Hepatitis C virus blocks 'superinfection'

Apr 05, 2007

There’s infection and then there’s superinfection – when a cell already infected by a virus gets a second viral infection. But some viruses don’t like to share their cells. New research from Rockefeller University shows that the hepatitis C virus, which infects cells in the liver and can cause chronic liver disease, can block other hepatitis C variants from infecting the same cell.

Research from Charles Rice’s laboratory at Rockefeller last year created the first hepatitis C virus that could be grown in cell culture. Using this virus, called HCVcc, the scientists, lead by graduate student Donna Tscherne, tried to infect cells previously infected with hepatitis C virus. But it didn’t work; the cells couldn’t be infected. The same was true when they tried to infect cells that contained hepatitis C virus of other genotypes than that of HCVcc. Only when they gave the cells a drug that could inhibit virus replication could they superinfect them with HCVcc. The first virus was stopping HCVcc from infecting the cells, a phenomenon called superinfection exclusion.

“A virus can interfere with a secondary infection in a variety of ways,” says Rice, head of the Laboratory of Virology and Infectious Disease and the Maurice R. and Corinne P. Greenberg Professor. “It can interfere with how a virus attaches to the cell, its penetration, or its access to the cell’s resources.” If both viruses are competing for the same resources in the cell, then the first virus can confiscate them so none are available for the second virus.

Rice and Tscherne believe this phenomenon may explain the mechanism of HCV superinfection exclusion. The scientists found that HCVcc is blocked at some point after it has entered the cell; most likely at a step, or steps, involved in replication. Future studies are being designed to try to identify what proteins are important for this step.

“Understanding superinfection exclusion has potentially important implications for understanding the biology of hepatitis C,” says Rice. The mechanism could, for instance, help the hepatitis C virus generate a large pool of variants that would be able to withstand attack from the immune system or from antiviral drugs. If the process of superinfection exclusion could be recreated therapeutically, it could also open up new treatment avenues.

Citation: Journal of Virology 81(8): 3693-3703 (April 2007)

Source: Rockefeller University

Explore further: Identified the mechanism that controls localization of protein Rac1 in the cell nucleus

add to favorites email to friend print save as pdf

Related Stories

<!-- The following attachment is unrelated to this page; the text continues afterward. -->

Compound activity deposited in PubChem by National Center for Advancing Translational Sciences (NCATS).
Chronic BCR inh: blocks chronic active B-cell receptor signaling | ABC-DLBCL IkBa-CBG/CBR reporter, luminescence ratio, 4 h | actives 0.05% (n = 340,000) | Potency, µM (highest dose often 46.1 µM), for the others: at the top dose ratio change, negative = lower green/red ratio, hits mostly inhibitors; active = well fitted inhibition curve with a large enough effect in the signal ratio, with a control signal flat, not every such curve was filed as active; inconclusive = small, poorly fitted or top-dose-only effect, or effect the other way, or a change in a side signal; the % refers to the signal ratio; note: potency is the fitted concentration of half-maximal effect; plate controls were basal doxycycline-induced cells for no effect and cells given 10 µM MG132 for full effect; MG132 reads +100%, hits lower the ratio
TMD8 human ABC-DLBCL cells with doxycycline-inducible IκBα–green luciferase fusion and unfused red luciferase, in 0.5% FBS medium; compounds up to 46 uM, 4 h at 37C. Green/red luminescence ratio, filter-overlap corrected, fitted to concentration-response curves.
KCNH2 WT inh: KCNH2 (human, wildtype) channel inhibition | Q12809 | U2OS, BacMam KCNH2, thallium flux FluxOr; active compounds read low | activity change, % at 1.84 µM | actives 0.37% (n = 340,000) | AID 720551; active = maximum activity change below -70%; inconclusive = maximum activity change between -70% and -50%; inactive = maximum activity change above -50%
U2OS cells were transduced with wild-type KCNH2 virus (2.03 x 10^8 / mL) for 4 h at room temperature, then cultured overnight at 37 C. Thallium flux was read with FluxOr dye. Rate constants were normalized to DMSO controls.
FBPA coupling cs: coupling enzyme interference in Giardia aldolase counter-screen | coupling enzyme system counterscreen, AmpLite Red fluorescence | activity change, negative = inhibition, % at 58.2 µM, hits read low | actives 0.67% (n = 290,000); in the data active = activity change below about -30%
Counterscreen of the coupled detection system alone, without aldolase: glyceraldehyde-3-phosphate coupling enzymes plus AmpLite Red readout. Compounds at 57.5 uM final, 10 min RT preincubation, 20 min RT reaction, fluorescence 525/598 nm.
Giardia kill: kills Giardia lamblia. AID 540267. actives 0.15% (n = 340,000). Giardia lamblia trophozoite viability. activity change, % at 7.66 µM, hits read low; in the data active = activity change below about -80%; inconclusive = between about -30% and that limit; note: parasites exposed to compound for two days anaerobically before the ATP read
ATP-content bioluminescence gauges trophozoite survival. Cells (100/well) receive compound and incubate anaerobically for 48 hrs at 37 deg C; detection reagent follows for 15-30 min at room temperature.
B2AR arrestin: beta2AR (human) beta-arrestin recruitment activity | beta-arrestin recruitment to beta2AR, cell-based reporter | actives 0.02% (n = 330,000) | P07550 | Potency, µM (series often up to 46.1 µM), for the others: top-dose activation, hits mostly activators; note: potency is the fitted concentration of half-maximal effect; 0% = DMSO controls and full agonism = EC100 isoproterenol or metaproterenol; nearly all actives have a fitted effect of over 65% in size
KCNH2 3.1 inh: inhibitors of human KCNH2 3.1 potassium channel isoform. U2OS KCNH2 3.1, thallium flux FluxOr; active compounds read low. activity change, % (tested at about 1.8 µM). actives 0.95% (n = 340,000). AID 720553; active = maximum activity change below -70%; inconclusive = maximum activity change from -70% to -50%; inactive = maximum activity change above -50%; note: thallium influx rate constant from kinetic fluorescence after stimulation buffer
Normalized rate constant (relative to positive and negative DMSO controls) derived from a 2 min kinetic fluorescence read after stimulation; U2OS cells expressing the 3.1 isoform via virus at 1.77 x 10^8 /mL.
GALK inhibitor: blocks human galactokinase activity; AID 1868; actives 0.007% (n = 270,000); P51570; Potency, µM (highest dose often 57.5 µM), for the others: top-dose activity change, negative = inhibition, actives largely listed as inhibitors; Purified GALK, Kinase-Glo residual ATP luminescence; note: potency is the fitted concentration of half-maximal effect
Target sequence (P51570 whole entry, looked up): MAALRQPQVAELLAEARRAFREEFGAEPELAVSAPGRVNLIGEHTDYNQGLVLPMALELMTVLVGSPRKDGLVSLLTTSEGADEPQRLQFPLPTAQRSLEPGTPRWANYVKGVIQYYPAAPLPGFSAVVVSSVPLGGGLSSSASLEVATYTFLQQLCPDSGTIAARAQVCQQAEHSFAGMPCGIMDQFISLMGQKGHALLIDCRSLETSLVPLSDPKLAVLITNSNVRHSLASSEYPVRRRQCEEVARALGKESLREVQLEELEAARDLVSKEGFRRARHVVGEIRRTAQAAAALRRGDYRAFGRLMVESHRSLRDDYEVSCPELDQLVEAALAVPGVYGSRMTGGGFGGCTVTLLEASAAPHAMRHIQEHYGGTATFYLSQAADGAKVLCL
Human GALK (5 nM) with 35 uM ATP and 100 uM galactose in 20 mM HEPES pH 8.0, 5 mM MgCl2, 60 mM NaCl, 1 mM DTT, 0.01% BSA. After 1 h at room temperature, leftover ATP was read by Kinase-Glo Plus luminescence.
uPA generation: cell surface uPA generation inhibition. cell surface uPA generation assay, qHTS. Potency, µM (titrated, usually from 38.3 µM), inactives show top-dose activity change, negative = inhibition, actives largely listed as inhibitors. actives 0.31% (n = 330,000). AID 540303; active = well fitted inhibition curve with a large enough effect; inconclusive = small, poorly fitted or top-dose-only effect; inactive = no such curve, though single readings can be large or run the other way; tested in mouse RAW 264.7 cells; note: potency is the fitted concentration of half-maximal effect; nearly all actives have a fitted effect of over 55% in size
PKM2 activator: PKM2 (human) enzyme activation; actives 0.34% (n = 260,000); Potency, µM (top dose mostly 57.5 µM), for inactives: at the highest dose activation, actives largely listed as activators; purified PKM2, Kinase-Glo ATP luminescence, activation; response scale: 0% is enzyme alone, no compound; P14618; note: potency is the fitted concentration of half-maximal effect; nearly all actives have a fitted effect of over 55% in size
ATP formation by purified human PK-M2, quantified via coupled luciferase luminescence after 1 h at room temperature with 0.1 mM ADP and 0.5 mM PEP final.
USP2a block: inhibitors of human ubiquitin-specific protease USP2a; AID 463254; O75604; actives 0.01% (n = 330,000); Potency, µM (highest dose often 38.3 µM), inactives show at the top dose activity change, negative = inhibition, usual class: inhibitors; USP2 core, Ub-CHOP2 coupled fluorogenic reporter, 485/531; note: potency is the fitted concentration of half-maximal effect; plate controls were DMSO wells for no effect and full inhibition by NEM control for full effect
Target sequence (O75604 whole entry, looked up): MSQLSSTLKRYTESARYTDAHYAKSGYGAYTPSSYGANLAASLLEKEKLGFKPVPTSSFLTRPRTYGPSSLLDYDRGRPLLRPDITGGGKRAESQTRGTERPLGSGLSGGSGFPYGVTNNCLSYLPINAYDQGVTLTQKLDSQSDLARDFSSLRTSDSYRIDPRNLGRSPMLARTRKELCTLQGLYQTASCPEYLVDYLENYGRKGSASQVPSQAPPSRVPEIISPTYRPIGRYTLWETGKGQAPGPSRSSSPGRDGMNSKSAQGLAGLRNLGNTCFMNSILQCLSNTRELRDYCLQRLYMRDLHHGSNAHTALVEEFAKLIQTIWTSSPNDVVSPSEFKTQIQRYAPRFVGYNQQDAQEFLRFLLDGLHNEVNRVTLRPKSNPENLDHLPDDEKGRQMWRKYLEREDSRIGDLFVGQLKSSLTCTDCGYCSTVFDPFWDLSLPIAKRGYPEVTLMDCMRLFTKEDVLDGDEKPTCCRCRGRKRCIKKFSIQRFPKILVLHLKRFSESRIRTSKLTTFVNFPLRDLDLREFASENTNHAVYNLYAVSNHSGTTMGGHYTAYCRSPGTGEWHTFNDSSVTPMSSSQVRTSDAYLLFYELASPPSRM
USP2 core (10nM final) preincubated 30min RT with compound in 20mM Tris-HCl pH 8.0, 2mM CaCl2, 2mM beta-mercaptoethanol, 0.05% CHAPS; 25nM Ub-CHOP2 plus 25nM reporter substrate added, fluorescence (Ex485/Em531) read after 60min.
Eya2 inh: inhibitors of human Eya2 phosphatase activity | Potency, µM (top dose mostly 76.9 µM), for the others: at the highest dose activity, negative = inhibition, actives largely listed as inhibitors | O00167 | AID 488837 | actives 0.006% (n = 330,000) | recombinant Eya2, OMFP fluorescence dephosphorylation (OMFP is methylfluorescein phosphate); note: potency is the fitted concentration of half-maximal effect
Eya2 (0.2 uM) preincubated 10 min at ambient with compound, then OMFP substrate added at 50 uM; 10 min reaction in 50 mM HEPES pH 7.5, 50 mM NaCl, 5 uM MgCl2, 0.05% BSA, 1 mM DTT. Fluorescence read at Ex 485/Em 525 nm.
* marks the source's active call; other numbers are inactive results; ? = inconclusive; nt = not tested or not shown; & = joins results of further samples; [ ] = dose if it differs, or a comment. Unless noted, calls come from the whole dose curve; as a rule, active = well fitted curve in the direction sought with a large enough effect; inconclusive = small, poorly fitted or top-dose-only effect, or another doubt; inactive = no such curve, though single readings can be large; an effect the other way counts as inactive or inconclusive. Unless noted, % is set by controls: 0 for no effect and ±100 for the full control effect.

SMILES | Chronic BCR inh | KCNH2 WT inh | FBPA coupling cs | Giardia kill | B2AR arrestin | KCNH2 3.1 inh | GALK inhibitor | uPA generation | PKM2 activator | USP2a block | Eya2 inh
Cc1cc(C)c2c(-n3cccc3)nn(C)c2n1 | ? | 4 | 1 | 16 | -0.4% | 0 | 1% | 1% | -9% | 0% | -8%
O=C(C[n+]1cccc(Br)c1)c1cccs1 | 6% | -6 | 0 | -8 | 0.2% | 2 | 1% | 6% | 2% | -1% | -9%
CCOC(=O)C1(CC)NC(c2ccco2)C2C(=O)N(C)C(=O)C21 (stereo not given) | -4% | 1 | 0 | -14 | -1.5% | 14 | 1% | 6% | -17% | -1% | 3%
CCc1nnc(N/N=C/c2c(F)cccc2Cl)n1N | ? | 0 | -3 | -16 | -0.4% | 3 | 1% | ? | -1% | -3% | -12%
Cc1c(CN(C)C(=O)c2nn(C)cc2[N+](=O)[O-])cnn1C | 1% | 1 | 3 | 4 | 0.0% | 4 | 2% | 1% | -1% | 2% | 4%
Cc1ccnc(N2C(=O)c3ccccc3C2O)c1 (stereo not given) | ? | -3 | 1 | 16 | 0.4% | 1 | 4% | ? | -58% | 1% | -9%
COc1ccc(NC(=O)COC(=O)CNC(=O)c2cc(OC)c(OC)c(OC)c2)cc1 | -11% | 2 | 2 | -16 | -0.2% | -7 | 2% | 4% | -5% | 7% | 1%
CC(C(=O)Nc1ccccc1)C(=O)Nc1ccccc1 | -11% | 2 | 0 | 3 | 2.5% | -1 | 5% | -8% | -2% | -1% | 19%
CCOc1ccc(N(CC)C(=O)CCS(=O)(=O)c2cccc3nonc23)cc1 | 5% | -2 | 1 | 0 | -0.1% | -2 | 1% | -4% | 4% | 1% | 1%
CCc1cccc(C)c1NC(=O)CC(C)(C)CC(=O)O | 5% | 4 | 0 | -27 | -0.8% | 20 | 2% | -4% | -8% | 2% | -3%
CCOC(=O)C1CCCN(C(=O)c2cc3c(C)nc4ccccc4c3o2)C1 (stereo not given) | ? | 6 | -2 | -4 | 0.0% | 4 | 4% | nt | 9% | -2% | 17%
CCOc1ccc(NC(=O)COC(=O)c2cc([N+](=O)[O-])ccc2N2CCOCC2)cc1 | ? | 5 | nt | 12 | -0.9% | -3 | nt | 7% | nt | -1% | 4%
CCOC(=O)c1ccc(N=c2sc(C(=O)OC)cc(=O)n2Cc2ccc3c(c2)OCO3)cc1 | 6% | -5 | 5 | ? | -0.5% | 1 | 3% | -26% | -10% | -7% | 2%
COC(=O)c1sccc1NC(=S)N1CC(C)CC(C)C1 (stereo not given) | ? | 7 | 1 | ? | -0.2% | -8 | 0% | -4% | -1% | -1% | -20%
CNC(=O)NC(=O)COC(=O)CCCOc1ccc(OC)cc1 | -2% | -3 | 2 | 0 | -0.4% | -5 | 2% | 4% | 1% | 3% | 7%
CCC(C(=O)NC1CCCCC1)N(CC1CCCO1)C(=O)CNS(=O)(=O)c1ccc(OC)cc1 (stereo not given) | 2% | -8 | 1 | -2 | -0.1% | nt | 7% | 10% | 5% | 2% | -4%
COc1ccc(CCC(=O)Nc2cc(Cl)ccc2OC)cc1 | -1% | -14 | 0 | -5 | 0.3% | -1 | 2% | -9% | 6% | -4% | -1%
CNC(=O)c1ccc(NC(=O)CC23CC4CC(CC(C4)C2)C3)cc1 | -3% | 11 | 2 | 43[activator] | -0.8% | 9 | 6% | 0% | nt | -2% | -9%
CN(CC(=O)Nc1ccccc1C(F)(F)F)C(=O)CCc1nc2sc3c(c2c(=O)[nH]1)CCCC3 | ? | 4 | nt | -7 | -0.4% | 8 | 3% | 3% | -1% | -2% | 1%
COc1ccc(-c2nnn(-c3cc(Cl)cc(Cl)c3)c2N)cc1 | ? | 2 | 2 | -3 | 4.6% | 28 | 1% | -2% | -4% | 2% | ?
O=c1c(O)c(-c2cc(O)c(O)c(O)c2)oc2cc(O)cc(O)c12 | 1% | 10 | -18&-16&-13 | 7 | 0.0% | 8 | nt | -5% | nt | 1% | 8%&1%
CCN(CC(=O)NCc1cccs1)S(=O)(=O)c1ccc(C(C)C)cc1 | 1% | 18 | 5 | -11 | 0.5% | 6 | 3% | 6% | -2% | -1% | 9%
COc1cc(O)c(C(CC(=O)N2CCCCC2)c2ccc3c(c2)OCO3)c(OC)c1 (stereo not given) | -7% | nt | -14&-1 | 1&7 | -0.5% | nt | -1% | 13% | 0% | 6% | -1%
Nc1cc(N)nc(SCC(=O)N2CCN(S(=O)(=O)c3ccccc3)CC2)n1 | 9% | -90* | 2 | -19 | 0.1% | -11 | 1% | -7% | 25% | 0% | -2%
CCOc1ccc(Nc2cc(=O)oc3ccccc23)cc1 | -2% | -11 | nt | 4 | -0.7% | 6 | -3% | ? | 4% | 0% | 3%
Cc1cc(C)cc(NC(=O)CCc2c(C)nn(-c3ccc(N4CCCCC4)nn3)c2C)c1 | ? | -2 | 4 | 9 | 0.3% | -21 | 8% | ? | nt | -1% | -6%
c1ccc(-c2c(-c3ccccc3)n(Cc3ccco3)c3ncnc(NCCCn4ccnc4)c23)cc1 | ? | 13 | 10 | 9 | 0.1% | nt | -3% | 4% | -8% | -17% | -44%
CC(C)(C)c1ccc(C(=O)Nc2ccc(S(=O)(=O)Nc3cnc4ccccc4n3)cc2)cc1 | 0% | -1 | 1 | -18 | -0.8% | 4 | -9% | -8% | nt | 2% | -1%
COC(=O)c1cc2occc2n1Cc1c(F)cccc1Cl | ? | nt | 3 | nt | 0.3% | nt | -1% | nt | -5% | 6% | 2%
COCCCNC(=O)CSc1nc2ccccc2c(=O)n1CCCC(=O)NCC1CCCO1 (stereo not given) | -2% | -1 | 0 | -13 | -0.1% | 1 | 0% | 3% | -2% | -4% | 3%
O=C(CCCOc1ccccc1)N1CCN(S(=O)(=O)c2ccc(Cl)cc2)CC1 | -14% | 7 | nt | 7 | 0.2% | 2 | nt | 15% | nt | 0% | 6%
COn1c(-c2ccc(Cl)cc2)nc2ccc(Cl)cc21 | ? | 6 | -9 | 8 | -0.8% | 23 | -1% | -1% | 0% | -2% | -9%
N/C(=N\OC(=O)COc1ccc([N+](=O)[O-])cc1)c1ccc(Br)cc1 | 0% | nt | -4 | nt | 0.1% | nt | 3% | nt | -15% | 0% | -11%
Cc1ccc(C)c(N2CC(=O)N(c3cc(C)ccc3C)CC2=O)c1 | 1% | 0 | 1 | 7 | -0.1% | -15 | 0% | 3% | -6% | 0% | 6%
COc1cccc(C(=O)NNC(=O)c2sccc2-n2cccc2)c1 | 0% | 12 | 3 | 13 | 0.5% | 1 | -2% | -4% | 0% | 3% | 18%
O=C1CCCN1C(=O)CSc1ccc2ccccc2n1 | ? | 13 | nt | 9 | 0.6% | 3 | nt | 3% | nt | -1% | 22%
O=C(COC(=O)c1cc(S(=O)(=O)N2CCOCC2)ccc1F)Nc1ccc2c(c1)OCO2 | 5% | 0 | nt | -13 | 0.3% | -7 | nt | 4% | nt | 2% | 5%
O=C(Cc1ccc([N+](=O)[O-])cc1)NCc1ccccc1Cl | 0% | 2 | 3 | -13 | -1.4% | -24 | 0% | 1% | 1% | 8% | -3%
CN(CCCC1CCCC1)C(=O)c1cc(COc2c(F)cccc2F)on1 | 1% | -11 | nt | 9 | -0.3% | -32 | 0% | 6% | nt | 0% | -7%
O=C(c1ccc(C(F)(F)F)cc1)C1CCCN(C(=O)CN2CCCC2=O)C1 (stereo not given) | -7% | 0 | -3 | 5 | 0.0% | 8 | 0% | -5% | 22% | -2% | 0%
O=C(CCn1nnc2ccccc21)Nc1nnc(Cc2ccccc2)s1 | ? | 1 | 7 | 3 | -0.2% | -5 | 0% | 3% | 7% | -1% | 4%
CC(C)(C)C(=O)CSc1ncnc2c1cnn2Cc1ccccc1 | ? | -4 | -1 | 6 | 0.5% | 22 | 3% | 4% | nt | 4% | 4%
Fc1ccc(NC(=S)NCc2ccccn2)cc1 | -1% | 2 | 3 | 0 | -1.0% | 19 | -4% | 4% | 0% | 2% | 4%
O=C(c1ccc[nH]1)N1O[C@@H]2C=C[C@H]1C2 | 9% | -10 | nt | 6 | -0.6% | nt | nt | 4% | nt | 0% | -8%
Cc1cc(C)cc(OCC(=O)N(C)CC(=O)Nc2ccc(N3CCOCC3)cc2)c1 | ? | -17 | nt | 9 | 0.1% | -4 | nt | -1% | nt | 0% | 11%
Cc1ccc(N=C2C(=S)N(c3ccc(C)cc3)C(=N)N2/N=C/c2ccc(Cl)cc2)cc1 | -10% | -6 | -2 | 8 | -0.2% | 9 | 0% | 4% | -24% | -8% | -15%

Mashable gets $17 mn funding led by Time Warner

16 minutes ago

Mashable, a news website focused on technology and entertainment, said Thursday it raised $17 million in capital led by Time Warner Investments, to help fuel expansion plans.

Who's going to win? The answer could change by the hour

55 minutes ago

The outcome of that big sporting event you just can't wait to watch may depend on how the timing of the match aligns (or doesn't) with the internal biological clocks of the athletes on the teams, according ...

Recommended for you

Among gut microbes, strains, not just species, matter

1 hour ago

A large community of microorganisms calls the human digestive tract home. This dynamic conglomerate of microscopic life forms - the gut microbiome - is vital to how people metabolize various nutrients in ...

Scientists develop compound to fight MRSA

1 hour ago

Microbiologists and chemists at the University of South Florida have developed and patented a synthetic compound that has shown antibiotic action against methicillin resistant Staphylococcus aureus, also k ...

Hydrogen sulfide could help lower blood pressure

2 hours ago

A gas that gives rotten eggs their distinctive odour could one day form the basis of new cardiovascular therapies. Research has indicated that a new compound, called AP39, which generates minute quantities ...

Researchers design tailored tissue adhesives

7 hours ago

After undergoing surgery to remove diseased sections of the colon, up to 30 percent of patients experience leakage from their sutures, which can cause life-threatening complications.

User comments : 0

Please sign in to add a comment. Registration is free, and takes less than a minute. Read more

Click here to reset your password.
Sign in to get notified via email when new comments are made.